"The membership was increasing," she says. "It was obvious that unless there were some changes in the way we did business internally we wouldn't be able to keep up with the things we needed to do."

The fact that the reorganization closely coincided with the announcement of the AS/400 was remarkable timing. Craig points out that as AS/400 sales took off and S/3X users began to move to the new machine, Common became one of the few available sources of AS/400 education, and membership burgeoned.

As a consequence, Common reached another organizational milestone in 1996 when the board approved the hiring of a permanent professional management staff. "In the last ten years, due to the success of the AS/400, we have really grown," says Dunne. "We now have a ten million dollar annual operating budget. When you reach that size you need a lot of day-to-day tactical management."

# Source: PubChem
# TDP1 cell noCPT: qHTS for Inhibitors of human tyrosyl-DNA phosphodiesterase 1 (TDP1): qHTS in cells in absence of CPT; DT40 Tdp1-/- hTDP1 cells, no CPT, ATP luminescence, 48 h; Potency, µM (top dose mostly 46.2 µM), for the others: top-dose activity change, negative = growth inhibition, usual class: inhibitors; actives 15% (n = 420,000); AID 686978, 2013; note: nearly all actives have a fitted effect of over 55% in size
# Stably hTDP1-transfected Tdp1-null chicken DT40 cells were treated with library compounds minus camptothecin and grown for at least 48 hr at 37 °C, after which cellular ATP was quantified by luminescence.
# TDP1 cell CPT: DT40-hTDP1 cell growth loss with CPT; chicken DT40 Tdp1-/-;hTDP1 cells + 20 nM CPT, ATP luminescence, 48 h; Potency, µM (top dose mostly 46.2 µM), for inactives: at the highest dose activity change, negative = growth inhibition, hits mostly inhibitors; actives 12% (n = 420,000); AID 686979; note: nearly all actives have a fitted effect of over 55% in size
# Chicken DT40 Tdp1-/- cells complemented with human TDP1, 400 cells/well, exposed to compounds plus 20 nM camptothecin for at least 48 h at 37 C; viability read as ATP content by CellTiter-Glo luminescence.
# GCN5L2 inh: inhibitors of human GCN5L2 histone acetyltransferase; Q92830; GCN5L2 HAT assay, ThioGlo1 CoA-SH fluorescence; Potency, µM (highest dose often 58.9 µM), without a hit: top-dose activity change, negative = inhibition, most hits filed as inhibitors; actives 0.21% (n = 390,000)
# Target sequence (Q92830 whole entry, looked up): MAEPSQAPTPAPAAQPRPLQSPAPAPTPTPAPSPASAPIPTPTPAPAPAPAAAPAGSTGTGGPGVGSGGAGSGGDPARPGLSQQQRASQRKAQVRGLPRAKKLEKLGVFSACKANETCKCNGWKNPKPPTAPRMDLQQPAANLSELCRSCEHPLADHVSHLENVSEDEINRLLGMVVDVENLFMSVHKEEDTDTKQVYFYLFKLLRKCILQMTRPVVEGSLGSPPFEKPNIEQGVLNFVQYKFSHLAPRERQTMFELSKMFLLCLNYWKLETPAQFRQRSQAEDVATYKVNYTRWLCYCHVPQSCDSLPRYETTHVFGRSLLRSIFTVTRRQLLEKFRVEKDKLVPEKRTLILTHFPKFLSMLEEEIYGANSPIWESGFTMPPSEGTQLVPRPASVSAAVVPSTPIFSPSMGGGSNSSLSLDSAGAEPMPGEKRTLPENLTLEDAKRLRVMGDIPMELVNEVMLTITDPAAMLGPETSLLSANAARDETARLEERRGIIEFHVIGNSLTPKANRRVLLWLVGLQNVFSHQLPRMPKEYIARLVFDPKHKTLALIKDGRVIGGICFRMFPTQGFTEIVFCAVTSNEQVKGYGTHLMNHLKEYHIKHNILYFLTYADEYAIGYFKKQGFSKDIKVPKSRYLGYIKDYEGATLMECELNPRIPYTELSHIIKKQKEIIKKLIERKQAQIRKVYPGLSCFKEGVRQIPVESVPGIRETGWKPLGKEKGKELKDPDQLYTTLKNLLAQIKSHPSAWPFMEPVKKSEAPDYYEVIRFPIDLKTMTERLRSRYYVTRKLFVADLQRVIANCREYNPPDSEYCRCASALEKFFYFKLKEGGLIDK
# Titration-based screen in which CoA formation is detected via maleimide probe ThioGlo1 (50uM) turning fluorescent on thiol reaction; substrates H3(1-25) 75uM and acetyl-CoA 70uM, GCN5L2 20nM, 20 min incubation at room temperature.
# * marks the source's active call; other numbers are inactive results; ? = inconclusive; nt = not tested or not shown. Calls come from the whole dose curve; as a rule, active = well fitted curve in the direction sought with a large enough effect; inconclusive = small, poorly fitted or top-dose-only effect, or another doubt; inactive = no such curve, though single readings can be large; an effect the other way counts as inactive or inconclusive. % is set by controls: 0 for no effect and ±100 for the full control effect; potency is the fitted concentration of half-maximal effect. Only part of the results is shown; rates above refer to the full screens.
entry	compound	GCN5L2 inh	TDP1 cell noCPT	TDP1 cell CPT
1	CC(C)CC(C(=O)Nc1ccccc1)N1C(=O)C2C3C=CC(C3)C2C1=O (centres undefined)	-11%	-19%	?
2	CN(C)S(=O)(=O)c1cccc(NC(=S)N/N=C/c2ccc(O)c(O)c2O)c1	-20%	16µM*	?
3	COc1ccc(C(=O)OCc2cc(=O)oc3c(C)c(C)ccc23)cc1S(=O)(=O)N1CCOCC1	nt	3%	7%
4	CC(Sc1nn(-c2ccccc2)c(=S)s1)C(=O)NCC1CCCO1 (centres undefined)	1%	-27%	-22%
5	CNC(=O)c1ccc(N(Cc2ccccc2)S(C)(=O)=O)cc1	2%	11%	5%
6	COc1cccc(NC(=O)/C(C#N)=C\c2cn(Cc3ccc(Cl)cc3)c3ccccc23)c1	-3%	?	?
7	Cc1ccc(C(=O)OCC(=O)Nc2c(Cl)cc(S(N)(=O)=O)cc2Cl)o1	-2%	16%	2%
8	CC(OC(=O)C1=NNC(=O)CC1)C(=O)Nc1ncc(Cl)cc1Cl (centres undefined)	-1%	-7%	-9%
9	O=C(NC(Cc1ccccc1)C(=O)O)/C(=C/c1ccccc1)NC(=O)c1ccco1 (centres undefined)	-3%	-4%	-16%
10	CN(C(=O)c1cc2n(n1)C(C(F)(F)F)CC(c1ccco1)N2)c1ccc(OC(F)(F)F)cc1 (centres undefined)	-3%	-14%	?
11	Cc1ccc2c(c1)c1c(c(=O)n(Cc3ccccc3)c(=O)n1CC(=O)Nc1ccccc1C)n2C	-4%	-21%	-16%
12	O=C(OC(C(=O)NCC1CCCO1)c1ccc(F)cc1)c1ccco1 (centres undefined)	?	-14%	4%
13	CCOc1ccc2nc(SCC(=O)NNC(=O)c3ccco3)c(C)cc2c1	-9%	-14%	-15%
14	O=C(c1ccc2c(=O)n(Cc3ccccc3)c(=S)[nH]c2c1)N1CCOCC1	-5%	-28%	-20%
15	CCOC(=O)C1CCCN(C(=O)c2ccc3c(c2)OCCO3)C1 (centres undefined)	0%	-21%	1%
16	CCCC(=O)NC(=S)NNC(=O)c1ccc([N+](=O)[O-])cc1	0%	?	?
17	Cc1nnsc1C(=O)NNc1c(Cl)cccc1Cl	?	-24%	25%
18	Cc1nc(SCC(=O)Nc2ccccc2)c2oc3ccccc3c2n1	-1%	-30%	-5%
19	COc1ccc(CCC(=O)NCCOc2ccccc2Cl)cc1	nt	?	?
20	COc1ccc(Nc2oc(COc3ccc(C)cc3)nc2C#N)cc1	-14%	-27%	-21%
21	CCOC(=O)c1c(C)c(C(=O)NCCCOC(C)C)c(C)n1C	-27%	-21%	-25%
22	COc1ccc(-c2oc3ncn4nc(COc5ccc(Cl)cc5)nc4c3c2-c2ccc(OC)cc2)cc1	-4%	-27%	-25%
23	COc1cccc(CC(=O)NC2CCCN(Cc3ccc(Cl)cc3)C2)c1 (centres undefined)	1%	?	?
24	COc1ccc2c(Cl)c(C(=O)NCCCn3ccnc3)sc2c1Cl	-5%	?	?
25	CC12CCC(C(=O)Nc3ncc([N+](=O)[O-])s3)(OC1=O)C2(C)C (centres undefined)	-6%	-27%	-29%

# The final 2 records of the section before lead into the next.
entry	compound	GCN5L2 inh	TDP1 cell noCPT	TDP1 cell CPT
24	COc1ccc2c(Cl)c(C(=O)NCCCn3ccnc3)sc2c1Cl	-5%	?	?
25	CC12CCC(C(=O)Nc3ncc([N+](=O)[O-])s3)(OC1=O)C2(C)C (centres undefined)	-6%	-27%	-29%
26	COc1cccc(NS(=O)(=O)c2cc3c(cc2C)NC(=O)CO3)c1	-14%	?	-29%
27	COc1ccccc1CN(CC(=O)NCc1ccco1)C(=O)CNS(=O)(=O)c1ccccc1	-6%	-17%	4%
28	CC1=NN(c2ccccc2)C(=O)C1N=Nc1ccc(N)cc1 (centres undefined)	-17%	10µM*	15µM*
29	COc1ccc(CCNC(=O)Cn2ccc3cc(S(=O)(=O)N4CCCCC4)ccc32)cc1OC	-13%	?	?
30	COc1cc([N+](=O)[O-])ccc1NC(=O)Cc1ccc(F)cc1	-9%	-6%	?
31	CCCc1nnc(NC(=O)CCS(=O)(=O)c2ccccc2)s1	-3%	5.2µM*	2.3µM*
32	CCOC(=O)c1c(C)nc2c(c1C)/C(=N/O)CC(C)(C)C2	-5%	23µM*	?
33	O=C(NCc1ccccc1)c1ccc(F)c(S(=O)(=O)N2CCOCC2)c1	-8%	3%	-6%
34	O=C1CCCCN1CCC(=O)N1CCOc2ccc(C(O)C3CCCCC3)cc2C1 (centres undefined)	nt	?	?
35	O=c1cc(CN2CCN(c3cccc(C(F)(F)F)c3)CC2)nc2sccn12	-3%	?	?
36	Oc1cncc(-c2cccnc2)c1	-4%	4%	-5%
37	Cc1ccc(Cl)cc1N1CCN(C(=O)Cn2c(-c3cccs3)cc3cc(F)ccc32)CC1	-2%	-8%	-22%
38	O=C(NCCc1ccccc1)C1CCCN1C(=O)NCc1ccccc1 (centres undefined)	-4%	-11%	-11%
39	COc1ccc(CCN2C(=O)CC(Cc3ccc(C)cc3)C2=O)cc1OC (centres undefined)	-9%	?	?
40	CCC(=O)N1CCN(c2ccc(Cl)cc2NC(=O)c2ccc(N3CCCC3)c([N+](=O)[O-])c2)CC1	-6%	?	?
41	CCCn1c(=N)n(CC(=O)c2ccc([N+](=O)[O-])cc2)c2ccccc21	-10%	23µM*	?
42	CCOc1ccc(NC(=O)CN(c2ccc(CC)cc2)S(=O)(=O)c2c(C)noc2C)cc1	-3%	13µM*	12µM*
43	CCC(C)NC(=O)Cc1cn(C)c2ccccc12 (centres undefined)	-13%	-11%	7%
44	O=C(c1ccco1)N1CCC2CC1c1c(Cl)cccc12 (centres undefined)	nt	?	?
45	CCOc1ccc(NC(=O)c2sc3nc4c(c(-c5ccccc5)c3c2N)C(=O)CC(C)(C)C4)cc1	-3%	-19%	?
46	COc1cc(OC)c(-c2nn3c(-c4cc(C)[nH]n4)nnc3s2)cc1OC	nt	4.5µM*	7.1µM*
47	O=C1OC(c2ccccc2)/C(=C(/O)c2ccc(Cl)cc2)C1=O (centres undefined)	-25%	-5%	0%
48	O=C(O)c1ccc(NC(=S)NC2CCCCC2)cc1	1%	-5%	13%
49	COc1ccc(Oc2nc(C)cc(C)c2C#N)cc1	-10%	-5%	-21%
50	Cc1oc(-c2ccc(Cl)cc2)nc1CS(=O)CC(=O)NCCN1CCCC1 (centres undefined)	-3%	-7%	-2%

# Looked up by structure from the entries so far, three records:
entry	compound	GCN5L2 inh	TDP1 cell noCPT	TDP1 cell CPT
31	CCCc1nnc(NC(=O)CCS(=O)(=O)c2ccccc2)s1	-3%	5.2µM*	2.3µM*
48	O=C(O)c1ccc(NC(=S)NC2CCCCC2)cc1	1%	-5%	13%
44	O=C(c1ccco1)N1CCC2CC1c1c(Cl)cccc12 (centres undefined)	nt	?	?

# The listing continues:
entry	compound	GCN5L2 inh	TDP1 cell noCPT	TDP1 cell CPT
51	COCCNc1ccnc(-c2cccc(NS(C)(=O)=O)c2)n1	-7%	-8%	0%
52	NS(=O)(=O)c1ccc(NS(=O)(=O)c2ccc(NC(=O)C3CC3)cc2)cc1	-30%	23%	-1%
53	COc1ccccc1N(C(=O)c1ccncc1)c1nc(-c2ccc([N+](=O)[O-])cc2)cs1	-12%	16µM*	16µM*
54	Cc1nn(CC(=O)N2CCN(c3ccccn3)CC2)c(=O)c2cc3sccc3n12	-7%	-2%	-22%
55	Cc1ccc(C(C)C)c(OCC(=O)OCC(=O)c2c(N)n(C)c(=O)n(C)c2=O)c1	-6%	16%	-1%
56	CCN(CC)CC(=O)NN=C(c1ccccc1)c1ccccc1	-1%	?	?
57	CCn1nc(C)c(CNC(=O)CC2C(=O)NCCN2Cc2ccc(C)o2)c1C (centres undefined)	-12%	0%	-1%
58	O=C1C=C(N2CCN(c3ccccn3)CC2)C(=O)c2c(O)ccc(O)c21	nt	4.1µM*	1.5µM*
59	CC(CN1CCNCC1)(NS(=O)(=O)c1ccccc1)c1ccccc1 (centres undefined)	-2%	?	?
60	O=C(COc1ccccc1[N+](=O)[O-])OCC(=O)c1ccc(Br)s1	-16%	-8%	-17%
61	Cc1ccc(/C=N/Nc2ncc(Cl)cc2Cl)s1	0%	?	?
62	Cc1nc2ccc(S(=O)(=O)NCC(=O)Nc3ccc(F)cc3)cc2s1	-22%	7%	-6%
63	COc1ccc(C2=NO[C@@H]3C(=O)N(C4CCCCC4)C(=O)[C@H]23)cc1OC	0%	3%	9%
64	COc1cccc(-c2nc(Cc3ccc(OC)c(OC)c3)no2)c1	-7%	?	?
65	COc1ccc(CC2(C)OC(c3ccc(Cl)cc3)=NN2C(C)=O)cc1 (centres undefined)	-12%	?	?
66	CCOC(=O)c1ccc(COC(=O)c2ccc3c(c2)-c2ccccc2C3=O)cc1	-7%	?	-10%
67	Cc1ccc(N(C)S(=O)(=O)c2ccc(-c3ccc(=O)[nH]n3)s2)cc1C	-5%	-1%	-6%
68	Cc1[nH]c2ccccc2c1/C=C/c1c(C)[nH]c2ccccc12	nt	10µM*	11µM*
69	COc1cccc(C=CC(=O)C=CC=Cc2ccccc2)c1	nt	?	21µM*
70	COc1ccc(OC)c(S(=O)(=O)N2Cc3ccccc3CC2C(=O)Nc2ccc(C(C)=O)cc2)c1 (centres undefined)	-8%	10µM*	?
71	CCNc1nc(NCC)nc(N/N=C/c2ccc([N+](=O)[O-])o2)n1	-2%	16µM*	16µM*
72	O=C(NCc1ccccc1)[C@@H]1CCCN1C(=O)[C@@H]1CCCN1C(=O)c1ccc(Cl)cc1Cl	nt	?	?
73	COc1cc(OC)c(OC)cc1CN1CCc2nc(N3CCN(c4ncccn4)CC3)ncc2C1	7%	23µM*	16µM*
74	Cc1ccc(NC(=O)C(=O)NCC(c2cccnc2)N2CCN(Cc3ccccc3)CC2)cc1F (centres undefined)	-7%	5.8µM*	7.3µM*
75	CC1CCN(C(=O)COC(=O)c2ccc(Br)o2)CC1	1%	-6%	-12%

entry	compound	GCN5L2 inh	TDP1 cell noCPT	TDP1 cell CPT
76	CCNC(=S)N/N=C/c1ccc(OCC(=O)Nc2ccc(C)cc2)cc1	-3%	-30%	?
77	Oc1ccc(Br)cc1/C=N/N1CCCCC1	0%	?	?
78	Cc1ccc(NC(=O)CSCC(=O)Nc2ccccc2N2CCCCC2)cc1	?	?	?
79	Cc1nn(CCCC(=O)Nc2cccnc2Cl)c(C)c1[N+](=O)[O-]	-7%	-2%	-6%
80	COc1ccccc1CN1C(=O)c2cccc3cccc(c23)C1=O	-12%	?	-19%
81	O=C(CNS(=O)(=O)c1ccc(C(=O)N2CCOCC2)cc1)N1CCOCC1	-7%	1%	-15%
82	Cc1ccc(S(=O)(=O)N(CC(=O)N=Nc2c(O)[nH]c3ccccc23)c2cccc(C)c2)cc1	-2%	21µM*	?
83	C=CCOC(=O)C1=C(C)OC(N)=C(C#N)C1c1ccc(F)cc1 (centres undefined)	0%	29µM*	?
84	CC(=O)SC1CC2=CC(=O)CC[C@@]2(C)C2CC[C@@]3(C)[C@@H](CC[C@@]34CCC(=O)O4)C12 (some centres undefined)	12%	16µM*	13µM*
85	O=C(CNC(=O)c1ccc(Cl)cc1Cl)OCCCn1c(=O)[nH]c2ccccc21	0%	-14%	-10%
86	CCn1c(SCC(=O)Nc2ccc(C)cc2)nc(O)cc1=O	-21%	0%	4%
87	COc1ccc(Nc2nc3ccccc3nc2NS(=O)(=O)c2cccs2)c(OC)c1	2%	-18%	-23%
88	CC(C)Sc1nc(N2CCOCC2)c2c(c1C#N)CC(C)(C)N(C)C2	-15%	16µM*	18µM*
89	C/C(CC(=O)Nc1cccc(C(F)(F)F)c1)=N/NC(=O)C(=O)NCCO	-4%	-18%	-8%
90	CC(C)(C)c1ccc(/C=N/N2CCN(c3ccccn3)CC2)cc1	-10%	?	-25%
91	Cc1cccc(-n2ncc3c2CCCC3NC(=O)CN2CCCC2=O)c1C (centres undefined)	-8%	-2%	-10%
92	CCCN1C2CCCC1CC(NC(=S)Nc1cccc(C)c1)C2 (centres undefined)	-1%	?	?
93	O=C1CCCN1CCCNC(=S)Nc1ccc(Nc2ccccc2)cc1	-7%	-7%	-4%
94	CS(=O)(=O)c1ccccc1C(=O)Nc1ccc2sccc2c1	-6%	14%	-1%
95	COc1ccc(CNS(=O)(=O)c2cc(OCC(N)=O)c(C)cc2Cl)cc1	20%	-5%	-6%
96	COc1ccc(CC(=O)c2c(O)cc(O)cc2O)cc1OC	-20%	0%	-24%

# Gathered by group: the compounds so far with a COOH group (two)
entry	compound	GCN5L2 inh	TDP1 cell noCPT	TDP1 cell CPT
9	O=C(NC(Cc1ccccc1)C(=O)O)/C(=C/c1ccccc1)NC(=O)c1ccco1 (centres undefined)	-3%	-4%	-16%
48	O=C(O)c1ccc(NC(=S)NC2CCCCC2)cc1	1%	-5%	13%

Over the same period, the educational offering at the Common conferences has been given new structure and focus to reflect the changing platform and a changing industry. According to Bob Lane, Common executive VP, what was once a slate of general conference sessions which might total over 1,000, has been reorganized to identify areas of specific related interest.

"Someone with a specific AS/400 interest used to have no direction for choosing the sessions he or she should attend," Lane notes. "We moved our educational delivery system closer to a university model. We now present what we call a ‘Courses of Study’ concept. We have identified forty subject matter areas, such as object oriented programming, programming in Java, or Year 2000 issues and recommend the track of sessions an attendee should take to benefit the most."

The Course of Study approach can also be used to prepare for IBM certification. "At the 1998 fall conference in Anaheim, we will publish the track of sessions you should be following in order to be ready to sit for the certification exam," Lane says. "For example, if you want to take the exam for AS/400 Systems Operations, we list the sessions you should attend during the week of the conference. On the last day you will be ready for the exam."